If the risk assessment highlights potential issues that need to be mitigated for (for example, trials with immunosuppressive elements or immune related mechanisms, infection aspects or in a high risk population) then a substantial amendment to the MHRA and Research Ethics Committee (REC) is required.
The trial participant must continue to receive the deployed vaccine as planned regardless of whether the Sponsor has submitted a substantial amendment for regulatory approval (it is however important that the Sponsor submits the latter as soon as possible). There must be evidence in the patient records that the patient is aware of any risks and how these will be mitigated for and if necessary the trial participant may withdraw from the trial.
Points to consider in the risk assessment
These may include some or all of the following, as well as other trial/IMP specific elements. In addition, unless the REC has explicitly agreed a rationale for not informing GPs about study participation, it is appropriate to share information about vaccine implications of studies with GPs for safety reasons.
For blinded trials:
It is important to consider whether subjects would require unblinding to be able to receive a COVID-19 vaccine. Whilst subjects may be unblinded on an individual basis, they should be encouraged to remain in a trial to continue to be evaluated for all evaluable trial endpoints. They should ideally not be withdrawn, unless they explicitly request this.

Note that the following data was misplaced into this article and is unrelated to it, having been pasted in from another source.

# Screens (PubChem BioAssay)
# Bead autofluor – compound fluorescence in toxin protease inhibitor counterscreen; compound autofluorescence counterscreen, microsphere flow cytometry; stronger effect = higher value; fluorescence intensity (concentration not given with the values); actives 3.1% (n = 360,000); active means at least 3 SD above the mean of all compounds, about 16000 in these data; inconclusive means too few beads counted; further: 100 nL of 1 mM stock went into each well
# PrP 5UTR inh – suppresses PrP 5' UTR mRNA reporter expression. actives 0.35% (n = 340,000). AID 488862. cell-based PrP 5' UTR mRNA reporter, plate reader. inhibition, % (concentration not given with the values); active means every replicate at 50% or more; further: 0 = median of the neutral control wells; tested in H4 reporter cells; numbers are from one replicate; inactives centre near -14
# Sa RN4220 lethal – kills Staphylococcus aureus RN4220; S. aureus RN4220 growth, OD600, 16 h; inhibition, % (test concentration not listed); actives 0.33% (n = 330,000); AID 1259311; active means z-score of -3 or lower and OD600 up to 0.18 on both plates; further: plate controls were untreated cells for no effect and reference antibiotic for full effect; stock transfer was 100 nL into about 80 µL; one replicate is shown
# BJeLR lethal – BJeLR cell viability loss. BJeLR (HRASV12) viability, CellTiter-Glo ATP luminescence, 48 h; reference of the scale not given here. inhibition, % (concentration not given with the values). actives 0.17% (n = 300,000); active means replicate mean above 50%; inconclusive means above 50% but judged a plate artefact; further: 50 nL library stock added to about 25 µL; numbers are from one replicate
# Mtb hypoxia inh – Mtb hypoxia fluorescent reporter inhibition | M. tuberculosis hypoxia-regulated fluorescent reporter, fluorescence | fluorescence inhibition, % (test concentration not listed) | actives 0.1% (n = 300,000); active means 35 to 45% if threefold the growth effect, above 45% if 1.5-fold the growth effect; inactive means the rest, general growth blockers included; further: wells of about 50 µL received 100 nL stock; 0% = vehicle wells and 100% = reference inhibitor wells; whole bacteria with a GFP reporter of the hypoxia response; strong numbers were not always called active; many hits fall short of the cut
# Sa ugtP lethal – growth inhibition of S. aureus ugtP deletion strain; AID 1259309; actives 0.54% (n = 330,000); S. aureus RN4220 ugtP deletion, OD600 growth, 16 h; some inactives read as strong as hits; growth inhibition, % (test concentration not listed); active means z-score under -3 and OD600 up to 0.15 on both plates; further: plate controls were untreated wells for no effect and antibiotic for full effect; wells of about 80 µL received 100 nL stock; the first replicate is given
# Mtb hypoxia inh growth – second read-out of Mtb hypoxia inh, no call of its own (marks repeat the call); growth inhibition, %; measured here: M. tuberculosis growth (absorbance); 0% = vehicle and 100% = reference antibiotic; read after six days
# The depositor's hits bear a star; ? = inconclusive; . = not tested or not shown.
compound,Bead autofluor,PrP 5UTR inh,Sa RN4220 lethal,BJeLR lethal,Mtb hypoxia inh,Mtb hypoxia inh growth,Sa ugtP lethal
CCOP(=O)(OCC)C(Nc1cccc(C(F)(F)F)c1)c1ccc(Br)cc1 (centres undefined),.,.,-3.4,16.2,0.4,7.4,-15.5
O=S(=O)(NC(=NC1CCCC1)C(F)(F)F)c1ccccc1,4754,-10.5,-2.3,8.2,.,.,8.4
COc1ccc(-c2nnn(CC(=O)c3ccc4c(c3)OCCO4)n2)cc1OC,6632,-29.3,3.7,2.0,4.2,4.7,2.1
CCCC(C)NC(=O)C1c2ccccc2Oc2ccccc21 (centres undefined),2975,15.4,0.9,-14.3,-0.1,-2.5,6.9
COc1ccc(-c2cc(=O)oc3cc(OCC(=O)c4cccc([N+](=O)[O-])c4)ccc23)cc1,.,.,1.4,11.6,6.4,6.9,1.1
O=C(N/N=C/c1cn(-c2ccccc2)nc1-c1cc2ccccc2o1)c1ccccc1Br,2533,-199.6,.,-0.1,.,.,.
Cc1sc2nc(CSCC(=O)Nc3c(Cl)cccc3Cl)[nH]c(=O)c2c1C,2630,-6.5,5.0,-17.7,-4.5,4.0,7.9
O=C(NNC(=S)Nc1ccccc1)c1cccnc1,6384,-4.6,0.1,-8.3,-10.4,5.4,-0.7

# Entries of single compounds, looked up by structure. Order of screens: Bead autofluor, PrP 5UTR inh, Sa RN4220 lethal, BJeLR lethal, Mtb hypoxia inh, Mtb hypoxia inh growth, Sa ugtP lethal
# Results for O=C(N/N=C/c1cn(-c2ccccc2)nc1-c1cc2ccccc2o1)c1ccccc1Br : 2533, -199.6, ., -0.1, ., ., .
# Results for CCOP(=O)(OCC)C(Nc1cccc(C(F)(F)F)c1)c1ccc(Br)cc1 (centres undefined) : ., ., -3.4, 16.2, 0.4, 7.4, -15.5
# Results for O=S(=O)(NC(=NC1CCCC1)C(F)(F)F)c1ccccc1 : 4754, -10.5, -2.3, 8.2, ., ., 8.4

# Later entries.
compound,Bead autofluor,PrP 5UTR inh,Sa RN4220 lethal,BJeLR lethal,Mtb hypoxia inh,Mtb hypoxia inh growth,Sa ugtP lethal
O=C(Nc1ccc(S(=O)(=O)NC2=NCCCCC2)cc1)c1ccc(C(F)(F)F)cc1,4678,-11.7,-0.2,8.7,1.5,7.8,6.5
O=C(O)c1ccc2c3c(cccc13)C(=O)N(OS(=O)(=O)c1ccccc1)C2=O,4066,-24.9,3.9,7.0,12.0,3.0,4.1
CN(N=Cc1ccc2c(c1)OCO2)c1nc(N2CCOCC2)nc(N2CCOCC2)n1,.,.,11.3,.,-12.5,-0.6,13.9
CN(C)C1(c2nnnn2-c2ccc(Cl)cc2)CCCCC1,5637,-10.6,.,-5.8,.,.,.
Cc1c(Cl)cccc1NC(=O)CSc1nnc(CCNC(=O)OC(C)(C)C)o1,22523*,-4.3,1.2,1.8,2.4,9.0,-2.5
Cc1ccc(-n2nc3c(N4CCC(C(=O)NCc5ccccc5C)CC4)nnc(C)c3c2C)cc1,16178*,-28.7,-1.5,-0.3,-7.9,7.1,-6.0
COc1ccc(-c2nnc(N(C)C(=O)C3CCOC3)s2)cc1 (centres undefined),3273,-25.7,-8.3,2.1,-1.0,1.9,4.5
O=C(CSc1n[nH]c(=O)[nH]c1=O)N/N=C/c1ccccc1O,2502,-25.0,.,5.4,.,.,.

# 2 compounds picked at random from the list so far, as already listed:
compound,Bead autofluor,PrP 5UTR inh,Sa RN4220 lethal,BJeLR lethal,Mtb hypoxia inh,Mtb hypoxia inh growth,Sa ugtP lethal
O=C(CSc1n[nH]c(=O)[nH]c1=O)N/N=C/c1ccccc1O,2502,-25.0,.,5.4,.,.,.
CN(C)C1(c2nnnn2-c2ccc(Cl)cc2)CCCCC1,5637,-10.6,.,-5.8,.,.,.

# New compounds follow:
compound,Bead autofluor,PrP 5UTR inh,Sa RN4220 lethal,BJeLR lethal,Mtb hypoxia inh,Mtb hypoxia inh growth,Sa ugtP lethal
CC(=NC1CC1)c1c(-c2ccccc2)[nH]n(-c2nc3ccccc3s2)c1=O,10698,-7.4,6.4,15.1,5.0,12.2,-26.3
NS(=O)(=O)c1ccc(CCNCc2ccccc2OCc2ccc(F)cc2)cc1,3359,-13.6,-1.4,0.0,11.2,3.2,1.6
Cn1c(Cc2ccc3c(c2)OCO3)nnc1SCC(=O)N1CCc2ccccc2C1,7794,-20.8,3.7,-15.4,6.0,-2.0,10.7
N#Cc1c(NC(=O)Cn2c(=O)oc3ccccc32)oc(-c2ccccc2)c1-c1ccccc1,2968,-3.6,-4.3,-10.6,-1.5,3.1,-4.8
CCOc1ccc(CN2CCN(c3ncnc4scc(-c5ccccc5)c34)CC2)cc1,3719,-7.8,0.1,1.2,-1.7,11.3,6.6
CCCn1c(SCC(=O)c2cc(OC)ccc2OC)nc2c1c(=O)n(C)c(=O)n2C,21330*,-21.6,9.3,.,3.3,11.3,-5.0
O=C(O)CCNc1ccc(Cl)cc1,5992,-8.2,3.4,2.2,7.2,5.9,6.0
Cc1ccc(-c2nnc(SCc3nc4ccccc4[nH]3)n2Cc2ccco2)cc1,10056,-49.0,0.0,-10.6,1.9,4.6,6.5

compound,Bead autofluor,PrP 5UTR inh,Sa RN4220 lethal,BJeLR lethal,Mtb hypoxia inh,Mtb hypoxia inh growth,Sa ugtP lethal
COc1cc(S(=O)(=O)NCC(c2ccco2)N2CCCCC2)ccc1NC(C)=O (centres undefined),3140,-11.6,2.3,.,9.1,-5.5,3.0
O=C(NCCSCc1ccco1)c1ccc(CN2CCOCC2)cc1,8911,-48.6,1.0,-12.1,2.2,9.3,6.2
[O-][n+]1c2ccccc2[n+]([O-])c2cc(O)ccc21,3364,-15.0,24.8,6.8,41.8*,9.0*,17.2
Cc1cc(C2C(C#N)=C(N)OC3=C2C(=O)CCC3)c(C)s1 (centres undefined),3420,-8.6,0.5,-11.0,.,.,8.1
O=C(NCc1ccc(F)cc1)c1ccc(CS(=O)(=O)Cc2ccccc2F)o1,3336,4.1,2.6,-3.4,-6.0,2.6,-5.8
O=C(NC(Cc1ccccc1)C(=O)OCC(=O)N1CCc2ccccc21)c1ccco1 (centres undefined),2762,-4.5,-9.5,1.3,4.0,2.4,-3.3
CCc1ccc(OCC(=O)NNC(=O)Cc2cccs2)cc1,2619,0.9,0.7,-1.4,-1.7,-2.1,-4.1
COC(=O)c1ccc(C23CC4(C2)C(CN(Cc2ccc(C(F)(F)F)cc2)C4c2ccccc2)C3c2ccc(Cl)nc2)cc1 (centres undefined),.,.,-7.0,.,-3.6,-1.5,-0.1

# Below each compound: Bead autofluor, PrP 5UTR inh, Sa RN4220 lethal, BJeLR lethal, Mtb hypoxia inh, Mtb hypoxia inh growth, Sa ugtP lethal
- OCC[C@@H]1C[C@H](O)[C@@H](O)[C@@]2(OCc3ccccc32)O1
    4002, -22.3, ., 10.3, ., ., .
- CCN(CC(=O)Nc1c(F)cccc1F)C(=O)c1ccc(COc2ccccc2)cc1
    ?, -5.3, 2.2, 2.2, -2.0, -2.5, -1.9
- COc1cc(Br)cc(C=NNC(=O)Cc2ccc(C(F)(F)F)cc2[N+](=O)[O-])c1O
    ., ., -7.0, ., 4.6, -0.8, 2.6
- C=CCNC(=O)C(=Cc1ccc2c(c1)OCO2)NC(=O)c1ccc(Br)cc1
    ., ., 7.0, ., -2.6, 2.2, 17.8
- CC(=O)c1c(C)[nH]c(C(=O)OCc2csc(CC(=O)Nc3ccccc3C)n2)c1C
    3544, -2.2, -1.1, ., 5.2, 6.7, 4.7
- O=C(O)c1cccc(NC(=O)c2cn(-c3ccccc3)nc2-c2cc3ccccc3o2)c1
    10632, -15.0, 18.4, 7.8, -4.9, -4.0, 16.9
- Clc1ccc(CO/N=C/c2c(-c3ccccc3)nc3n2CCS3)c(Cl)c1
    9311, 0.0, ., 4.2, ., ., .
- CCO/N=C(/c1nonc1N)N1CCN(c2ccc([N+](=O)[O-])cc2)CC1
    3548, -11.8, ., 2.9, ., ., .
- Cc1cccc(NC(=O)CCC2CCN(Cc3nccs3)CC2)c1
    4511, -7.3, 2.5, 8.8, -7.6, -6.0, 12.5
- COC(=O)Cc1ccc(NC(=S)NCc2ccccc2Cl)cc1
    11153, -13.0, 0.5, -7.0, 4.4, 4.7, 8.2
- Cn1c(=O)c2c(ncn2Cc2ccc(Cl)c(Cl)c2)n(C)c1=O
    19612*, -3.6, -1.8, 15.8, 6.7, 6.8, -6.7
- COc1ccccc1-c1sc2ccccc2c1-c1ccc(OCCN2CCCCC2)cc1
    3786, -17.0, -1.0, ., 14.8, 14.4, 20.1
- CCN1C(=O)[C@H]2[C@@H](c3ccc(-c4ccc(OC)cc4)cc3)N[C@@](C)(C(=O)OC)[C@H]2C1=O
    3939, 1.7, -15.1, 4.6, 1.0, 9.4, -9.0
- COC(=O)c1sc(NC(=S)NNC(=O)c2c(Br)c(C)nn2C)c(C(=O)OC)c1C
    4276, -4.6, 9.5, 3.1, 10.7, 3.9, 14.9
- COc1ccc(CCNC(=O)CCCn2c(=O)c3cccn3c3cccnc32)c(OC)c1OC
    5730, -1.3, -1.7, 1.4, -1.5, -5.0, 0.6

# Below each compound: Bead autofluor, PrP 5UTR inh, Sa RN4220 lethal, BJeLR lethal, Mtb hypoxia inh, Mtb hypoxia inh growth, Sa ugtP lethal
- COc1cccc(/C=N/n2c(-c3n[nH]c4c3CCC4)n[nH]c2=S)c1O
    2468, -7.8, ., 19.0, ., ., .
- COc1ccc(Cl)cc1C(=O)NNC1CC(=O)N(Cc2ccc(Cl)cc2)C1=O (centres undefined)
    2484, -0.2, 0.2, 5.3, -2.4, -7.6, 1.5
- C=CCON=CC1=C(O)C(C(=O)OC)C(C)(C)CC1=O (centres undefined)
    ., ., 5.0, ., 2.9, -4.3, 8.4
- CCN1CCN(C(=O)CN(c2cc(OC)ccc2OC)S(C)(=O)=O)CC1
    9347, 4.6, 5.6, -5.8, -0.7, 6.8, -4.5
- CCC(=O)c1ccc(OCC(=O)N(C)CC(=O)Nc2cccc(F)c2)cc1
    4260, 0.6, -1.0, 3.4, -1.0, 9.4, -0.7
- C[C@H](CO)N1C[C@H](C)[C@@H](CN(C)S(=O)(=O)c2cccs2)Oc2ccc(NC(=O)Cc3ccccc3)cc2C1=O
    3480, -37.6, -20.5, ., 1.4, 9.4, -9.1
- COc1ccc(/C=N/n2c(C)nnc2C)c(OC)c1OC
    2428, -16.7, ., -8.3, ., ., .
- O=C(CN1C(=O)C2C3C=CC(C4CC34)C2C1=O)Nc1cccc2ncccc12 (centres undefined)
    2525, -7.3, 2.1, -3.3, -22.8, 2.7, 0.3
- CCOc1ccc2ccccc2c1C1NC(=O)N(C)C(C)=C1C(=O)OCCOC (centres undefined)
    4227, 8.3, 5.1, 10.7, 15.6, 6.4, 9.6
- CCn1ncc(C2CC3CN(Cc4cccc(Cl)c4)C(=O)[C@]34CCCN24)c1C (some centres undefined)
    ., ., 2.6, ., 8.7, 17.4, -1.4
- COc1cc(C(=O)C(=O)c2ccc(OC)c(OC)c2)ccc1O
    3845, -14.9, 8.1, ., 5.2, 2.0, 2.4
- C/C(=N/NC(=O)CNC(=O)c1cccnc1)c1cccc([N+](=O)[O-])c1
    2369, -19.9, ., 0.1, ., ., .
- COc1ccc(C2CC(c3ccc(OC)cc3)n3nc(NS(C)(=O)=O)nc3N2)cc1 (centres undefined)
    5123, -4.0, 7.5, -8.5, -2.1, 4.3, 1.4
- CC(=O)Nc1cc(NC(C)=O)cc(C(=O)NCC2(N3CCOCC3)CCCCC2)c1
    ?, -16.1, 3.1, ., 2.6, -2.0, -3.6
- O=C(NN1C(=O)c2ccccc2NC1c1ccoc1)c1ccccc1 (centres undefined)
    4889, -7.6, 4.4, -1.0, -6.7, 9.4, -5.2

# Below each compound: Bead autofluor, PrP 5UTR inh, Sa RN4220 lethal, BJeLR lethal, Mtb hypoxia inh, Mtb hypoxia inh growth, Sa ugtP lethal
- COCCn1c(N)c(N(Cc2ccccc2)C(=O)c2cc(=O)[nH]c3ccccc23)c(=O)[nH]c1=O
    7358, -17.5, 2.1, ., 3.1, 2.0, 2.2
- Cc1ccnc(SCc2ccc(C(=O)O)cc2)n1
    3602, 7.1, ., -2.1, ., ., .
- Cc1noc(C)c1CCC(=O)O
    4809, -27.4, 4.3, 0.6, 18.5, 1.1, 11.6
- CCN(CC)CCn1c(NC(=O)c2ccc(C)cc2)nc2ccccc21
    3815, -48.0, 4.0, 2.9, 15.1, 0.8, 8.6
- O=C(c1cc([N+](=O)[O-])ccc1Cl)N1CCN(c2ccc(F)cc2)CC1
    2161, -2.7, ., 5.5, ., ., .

REC approved information should be given to participants telling them to contact the trial team when they receive an invitation to receive a deployed vaccine. Unblinding should be delayed until this time and should follow a discussion with that participant to ensure they are fully informed. For clarification, the regulators concern is that trial participants must have the ability to contact the trial team when they receive an invitation to receive a deployed vaccine. The trial participant must have a clear, accessible process available to them to be able to contact the study team and for that information to be passed on to the sponsor.
To allow for a baseline consideration prior to receipt of a deployed vaccine, all subjects who are unblinded and wish to receive a deployed vaccine must have an “end of study/treatment” visit. This should be aligned with the protocol visit assessments done when a subject is discontinued early and is to ensure that they have a complete status before they become unevaluable for the trial arm they were in. If this is not logistically possible then the aim should be to do this for as many subjects as possible.
Details of the deployed vaccine should be recorded in the medical notes and study visits should continue as planned if possible and appropriate.